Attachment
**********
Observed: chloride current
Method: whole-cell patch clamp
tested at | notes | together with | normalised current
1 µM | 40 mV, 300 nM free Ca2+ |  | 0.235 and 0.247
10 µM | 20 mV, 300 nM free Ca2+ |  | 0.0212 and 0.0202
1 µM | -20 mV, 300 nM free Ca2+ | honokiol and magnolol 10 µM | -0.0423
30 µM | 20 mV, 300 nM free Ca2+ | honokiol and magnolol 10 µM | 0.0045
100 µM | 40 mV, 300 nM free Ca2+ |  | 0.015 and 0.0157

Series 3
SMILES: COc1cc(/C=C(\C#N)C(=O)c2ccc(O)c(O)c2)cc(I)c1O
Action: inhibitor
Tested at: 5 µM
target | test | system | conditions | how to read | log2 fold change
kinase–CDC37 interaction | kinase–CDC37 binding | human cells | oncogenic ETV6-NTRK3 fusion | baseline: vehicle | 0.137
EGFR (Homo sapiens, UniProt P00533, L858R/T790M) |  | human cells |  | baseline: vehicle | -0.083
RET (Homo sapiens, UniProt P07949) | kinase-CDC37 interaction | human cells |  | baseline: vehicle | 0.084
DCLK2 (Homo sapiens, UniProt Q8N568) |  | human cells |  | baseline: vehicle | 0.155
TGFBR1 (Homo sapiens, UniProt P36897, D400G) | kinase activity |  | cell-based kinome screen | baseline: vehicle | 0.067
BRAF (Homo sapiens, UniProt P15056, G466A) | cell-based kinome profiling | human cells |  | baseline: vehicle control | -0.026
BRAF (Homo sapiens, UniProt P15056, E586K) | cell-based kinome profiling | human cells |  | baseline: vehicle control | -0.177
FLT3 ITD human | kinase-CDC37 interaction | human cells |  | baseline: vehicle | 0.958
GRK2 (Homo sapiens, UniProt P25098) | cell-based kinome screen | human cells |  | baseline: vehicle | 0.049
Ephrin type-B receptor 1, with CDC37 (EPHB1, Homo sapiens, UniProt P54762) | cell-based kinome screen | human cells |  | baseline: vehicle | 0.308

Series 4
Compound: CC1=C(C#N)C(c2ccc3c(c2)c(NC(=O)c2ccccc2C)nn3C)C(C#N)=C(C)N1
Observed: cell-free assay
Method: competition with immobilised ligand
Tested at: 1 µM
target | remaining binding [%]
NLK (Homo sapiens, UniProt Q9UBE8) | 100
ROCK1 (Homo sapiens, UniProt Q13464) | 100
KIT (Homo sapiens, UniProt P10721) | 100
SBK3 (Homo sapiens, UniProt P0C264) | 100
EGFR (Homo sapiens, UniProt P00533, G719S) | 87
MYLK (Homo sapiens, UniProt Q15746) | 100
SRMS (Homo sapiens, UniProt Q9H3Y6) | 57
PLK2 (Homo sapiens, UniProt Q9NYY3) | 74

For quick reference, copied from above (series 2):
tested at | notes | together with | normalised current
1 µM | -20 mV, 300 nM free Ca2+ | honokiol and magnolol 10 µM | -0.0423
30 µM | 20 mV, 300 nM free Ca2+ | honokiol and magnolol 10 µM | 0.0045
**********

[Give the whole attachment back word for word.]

Observed: chloride current
Method: whole-cell patch clamp
tested at | notes | together with | normalised current
1 µM | 40 mV, 300 nM free Ca2+ |  | 0.235 and 0.247
10 µM | 20 mV, 300 nM free Ca2+ |  | 0.0212 and 0.0202
1 µM | -20 mV, 300 nM free Ca2+ | honokiol and magnolol 10 µM | -0.0423
30 µM | 20 mV, 300 nM free Ca2+ | honokiol and magnolol 10 µM | 0.0045
100 µM | 40 mV, 300 nM free Ca2+ |  | 0.015 and 0.0157

Series 3
SMILES: COc1cc(/C=C(\C#N)C(=O)c2ccc(O)c(O)c2)cc(I)c1O
Action: inhibitor
Tested at: 5 µM
target | test | system | conditions | how to read | log2 fold change
kinase–CDC37 interaction | kinase–CDC37 binding | human cells | oncogenic ETV6-NTRK3 fusion | baseline: vehicle | 0.137
EGFR (Homo sapiens, UniProt P00533, L858R/T790M) |  | human cells |  | baseline: vehicle | -0.083
RET (Homo sapiens, UniProt P07949) | kinase-CDC37 interaction | human cells |  | baseline: vehicle | 0.084
DCLK2 (Homo sapiens, UniProt Q8N568) |  | human cells |  | baseline: vehicle | 0.155
TGFBR1 (Homo sapiens, UniProt P36897, D400G) | kinase activity |  | cell-based kinome screen | baseline: vehicle | 0.067
BRAF (Homo sapiens, UniProt P15056, G466A) | cell-based kinome profiling | human cells |  | baseline: vehicle control | -0.026
BRAF (Homo sapiens, UniProt P15056, E586K) | cell-based kinome profiling | human cells |  | baseline: vehicle control | -0.177
FLT3 ITD human | kinase-CDC37 interaction | human cells |  | baseline: vehicle | 0.958
GRK2 (Homo sapiens, UniProt P25098) | cell-based kinome screen | human cells |  | baseline: vehicle | 0.049
Ephrin type-B receptor 1, with CDC37 (EPHB1, Homo sapiens, UniProt P54762) | cell-based kinome screen | human cells |  | baseline: vehicle | 0.308

Series 4
Compound: CC1=C(C#N)C(c2ccc3c(c2)c(NC(=O)c2ccccc2C)nn3C)C(C#N)=C(C)N1
Observed: cell-free assay
Method: competition with immobilised ligand
Tested at: 1 µM
target | remaining binding [%]
NLK (Homo sapiens, UniProt Q9UBE8) | 100
ROCK1 (Homo sapiens, UniProt Q13464) | 100
KIT (Homo sapiens, UniProt P10721) | 100
SBK3 (Homo sapiens, UniProt P0C264) | 100
EGFR (Homo sapiens, UniProt P00533, G719S) | 87
MYLK (Homo sapiens, UniProt Q15746) | 100
SRMS (Homo sapiens, UniProt Q9H3Y6) | 57
PLK2 (Homo sapiens, UniProt Q9NYY3) | 74

For quick reference, copied from above (series 2):
tested at | notes | together with | normalised current
1 µM | -20 mV, 300 nM free Ca2+ | honokiol and magnolol 10 µM | -0.0423
30 µM | 20 mV, 300 nM free Ca2+ | honokiol and magnolol 10 µM | 0.0045